Elias tells season ticket-holders that Orioles ownership is committed to keeping the team - BaltimoreBaseball.com

Rich Dubroff

Elias tells season ticket-holders that Orioles ownership is committed to keeping the team

Photo courtesy of the Baltimore Orioles

In an email to Orioles’ season ticket-holders, Executive Vice President/General Manager Mike Elias writes that the team’s ownership is committed to keeping the Orioles.

Last Friday, The Baltimore Sun wrote: “Potential bidders are lining up in the belief that the Baltimore Orioles could be placed on the market for the first time in a generation, according to multiple sources.”

According to The Sun, tax liabilities could make it advantageous for John and Louis Angelos to sell the team after their father, Peter Angelos, 91, who has been the team’s principal owner since 1993 and is in declining health, passes on.

“Our historic franchise has been a pillar of the Baltimore community for more than half a century, and our partnership group — consisting entirely of hometown, Maryland natives who act as stewards of this community’s ballclub — is committed to building upon that lasting legacy for the next generation and providing our baseball operations department with the most modern technology and other resources necessary to build a championship-caliber team and return back to our recent winning ways,” Elias wrote.

When Elias was hired in November 2018, John Angelos, who is the Orioles’ chairman and CEO, said he was committed to holding on to the team. In a September 2019 address to a local business group, Angelos answered speculation that the team could relocate. The team will stay in Baltimore for “as long as Fort McHenry is standing watch over the Inner Harbor,” he said.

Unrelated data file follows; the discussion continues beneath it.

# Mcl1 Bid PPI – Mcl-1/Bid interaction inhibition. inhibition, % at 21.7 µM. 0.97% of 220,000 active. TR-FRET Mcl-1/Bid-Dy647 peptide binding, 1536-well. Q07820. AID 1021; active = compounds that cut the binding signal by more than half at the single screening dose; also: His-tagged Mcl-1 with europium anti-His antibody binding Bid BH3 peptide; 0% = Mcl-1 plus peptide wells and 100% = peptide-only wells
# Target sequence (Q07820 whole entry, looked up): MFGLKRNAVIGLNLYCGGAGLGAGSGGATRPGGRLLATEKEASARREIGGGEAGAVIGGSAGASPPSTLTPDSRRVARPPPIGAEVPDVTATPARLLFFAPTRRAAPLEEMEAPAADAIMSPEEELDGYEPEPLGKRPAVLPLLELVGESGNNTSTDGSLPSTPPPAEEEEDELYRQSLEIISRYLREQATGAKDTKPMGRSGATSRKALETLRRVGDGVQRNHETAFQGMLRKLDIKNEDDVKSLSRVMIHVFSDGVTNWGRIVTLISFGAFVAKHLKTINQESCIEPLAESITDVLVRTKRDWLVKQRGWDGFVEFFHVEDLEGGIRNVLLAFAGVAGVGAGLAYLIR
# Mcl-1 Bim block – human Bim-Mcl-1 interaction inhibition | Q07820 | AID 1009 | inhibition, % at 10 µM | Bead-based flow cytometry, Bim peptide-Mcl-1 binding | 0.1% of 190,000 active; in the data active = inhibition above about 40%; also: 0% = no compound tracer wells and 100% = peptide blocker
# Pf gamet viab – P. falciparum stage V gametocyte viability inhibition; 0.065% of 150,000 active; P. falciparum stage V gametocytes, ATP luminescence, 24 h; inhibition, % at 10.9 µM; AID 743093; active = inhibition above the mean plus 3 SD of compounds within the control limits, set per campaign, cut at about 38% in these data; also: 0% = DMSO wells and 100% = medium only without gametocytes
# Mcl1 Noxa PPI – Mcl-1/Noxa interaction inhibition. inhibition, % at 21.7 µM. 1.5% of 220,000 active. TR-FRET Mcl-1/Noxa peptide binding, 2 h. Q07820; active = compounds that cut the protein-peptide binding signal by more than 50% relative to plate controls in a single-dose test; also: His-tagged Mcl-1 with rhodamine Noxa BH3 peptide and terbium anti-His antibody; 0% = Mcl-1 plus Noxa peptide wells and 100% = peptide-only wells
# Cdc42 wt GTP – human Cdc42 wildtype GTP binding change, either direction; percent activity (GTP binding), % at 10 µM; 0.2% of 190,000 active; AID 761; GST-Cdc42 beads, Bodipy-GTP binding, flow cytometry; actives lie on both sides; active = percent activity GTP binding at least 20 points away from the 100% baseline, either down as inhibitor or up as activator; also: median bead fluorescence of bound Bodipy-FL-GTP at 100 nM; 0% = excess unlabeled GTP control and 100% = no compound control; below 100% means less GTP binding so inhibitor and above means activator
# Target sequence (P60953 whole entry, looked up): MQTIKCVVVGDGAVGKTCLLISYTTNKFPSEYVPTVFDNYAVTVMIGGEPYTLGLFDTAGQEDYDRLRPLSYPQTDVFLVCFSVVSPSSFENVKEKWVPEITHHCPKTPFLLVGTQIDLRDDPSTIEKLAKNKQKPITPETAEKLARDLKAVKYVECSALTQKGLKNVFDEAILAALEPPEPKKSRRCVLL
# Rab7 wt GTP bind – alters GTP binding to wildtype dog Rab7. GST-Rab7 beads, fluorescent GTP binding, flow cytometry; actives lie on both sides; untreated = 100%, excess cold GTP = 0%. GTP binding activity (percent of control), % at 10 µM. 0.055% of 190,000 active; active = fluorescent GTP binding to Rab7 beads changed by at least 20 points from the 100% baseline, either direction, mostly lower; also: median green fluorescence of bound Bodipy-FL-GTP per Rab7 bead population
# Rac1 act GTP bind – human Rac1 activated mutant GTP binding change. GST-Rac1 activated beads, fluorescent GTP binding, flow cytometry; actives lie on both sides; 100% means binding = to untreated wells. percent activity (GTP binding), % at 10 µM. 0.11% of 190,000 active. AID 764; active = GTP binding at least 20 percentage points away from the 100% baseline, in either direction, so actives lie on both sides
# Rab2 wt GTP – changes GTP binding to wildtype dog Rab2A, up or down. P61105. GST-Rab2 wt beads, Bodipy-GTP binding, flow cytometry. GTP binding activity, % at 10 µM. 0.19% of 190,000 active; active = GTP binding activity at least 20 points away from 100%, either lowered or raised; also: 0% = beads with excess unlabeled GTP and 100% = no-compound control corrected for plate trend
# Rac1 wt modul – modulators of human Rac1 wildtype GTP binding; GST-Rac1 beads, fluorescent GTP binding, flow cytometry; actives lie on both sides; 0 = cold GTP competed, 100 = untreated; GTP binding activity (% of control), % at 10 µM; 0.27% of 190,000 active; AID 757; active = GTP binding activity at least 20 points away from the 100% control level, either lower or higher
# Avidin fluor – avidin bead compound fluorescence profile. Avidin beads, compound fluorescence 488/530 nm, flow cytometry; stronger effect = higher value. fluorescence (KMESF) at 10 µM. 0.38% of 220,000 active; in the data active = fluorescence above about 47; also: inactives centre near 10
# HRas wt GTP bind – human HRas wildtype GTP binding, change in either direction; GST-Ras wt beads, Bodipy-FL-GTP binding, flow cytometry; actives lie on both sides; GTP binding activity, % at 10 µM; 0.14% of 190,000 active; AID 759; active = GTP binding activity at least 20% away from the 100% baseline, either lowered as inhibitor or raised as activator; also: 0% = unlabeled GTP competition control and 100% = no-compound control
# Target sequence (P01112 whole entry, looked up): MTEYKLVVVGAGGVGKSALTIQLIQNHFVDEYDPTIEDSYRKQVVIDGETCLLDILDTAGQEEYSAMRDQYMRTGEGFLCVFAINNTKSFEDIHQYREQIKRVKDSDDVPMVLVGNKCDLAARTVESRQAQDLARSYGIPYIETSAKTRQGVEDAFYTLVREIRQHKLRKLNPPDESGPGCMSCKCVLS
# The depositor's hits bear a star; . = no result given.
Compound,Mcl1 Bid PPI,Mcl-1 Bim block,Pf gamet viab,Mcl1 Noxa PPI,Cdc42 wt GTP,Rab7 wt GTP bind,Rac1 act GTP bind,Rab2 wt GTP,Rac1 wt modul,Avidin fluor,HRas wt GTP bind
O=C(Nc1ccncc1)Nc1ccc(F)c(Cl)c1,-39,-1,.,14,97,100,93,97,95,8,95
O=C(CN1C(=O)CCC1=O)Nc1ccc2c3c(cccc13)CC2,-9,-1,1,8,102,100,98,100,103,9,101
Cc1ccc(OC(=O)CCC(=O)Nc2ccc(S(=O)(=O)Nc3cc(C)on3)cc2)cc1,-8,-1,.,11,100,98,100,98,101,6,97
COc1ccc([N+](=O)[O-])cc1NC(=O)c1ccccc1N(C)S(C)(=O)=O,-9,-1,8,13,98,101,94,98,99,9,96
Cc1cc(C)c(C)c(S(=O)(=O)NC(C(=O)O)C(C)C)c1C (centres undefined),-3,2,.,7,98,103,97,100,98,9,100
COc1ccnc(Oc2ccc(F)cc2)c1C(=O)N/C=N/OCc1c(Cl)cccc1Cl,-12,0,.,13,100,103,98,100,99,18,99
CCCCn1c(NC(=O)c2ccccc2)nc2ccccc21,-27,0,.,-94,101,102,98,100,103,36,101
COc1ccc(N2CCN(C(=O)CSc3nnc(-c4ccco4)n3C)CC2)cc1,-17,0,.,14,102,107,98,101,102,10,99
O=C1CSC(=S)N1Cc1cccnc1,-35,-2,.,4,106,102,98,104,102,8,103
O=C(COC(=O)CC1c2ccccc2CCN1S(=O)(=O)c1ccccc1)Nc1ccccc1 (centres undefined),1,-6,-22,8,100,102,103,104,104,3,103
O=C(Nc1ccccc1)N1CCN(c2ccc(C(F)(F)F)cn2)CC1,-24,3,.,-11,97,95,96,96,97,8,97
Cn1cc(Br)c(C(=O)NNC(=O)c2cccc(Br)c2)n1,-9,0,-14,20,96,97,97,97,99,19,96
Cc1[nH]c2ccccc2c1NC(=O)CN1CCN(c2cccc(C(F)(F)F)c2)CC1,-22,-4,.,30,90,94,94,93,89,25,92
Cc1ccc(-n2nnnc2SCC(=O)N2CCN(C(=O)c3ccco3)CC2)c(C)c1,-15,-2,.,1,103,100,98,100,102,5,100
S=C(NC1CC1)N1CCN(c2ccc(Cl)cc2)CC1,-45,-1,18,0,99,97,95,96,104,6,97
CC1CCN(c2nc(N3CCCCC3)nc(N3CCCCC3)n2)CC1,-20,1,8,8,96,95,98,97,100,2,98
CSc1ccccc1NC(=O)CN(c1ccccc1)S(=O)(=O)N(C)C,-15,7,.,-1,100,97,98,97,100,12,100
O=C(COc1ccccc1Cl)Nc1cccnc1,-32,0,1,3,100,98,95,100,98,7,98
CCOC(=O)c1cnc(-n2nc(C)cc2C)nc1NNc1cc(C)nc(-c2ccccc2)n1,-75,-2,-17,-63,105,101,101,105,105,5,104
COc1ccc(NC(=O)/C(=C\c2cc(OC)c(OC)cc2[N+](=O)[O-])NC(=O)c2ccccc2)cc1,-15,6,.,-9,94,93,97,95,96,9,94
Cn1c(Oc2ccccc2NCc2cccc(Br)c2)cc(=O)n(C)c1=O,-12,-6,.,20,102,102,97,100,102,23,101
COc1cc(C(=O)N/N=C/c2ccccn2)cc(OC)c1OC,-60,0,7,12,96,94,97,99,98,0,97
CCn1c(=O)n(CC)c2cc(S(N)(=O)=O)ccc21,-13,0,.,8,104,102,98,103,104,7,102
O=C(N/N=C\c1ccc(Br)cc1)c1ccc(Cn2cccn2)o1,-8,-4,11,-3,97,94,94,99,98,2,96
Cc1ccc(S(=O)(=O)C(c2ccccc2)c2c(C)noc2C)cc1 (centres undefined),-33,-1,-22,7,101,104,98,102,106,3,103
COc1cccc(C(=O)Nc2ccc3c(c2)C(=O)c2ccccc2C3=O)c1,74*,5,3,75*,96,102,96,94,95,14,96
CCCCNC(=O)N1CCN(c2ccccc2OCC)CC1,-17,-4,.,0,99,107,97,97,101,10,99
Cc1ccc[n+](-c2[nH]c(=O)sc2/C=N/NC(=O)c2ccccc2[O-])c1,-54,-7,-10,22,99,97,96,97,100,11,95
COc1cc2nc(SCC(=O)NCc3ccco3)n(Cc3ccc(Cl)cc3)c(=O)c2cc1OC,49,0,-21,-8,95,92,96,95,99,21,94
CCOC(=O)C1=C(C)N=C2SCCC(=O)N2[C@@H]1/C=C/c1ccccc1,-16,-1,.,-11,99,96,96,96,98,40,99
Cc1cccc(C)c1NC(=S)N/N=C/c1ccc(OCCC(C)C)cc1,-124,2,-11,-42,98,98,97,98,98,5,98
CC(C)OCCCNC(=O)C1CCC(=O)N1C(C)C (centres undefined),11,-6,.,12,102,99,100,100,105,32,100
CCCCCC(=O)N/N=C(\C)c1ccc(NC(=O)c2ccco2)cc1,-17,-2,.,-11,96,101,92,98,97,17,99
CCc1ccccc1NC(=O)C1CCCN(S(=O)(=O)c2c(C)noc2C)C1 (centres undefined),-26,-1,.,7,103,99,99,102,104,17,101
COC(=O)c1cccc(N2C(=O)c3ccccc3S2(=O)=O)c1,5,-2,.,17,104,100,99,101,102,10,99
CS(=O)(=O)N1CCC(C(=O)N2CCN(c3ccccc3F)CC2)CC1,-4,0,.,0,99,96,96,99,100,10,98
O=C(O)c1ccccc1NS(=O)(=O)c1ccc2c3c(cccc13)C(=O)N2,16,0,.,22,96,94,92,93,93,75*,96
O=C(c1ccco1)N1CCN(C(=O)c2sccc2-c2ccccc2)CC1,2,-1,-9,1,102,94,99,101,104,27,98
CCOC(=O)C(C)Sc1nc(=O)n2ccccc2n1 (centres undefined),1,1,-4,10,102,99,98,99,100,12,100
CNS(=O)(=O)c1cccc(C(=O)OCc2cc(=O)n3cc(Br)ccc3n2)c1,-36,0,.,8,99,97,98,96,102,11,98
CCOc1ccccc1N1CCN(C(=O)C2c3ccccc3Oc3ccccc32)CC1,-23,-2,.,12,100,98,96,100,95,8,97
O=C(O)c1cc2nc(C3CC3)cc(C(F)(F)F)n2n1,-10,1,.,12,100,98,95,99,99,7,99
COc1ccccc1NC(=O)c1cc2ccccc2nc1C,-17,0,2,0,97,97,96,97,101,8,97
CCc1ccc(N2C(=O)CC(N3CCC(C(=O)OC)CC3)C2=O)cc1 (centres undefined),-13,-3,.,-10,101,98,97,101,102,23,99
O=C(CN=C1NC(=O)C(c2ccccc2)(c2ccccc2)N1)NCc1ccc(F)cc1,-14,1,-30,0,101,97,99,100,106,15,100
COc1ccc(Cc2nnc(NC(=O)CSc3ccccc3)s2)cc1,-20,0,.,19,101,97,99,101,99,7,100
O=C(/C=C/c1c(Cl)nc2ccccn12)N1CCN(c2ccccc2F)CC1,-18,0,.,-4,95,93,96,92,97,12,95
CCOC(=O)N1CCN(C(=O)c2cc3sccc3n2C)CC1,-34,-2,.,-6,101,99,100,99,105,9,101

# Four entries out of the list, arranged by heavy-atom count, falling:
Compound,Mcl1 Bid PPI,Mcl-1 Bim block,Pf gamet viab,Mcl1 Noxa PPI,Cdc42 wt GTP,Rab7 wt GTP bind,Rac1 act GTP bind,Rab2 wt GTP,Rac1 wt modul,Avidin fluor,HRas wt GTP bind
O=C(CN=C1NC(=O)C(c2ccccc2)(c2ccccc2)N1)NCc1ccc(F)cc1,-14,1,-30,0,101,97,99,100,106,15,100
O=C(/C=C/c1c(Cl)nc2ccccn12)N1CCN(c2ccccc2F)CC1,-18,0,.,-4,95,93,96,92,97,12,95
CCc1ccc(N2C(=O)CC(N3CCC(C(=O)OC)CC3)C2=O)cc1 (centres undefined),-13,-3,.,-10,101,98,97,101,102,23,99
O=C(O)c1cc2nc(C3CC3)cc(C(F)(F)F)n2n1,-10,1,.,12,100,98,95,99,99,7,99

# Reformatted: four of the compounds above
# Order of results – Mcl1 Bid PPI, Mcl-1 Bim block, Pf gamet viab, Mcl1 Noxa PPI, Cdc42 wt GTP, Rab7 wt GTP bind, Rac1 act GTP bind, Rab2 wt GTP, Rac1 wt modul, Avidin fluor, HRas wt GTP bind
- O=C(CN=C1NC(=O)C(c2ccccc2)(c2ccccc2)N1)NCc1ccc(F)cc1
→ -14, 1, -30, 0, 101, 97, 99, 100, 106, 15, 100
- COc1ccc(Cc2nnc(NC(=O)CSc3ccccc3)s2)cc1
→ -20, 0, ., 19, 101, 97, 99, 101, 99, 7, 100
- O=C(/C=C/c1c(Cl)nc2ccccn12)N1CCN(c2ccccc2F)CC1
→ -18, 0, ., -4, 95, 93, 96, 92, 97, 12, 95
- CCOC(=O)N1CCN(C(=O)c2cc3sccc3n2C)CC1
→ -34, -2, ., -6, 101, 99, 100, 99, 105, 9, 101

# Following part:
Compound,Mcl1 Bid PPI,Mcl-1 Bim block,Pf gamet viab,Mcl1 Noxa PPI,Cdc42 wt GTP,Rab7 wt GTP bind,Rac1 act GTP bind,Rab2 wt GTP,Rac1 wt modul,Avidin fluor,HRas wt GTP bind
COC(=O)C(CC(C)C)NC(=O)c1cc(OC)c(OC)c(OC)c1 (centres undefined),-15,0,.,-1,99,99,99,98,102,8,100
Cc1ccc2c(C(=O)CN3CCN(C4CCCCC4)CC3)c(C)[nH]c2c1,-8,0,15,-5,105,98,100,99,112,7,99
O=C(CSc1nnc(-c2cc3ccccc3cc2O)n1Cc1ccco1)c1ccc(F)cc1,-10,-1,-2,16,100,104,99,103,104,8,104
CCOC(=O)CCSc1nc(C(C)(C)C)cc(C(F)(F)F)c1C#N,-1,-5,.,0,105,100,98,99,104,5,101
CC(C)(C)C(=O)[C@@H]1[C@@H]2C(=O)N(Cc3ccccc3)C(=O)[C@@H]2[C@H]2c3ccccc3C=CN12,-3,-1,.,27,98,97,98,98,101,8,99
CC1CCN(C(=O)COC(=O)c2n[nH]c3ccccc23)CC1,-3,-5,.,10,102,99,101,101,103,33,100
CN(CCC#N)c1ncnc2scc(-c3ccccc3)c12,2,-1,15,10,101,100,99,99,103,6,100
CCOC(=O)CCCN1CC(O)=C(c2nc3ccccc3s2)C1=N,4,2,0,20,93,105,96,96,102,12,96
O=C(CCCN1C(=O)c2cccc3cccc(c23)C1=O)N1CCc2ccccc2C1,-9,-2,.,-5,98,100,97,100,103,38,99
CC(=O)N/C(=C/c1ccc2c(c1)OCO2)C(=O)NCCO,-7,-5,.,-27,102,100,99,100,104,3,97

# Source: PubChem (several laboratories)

According to The Sun, the Orioles and the state of Maryland are nearing agreement on a long-term lease extension for Oriole Park at Camden Yards. The lease expires at the end of next season.

Over the weekend, the Orioles claimed second baseman Yolmer Sánchez on waivers from the Chicago White Sox and picked up the $3.5 million option on shortstop José Iglesias.

“While we know this year has brought about a great deal of uncertainty, please rest assured that there is nothing uncertain about the future of your Orioles in Baltimore, or of the organizational commitment of our Chairman and CEO, the partnership group, the Senior Leadership Team, our entire professional staff, and our 26-man team to stay the course for decades to come as we succeed on and off the field in leading the way for our Baltimore community,” Elias wrote.

“The future of Birdland is bright, and the Senior Leadership Team and I are looking forward to sharing the next phase of this journey with you as we bring winning baseball back to Charm City.”

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NOTE: The club announced on Monday that Trey Mancini and Richie Martin had been removed from the 60-day injured and placed on the 40-man roster, which is at 35.

Follow Rich Dubroff on Twitter @RichDubroffMLB

10 Comments

10 Comments

  1. chico salmon

    November 2, 2020 at 11:39 am

    Excellent letter from Elias. Very much appreciated. Why didn’t it come from John Angelos himself?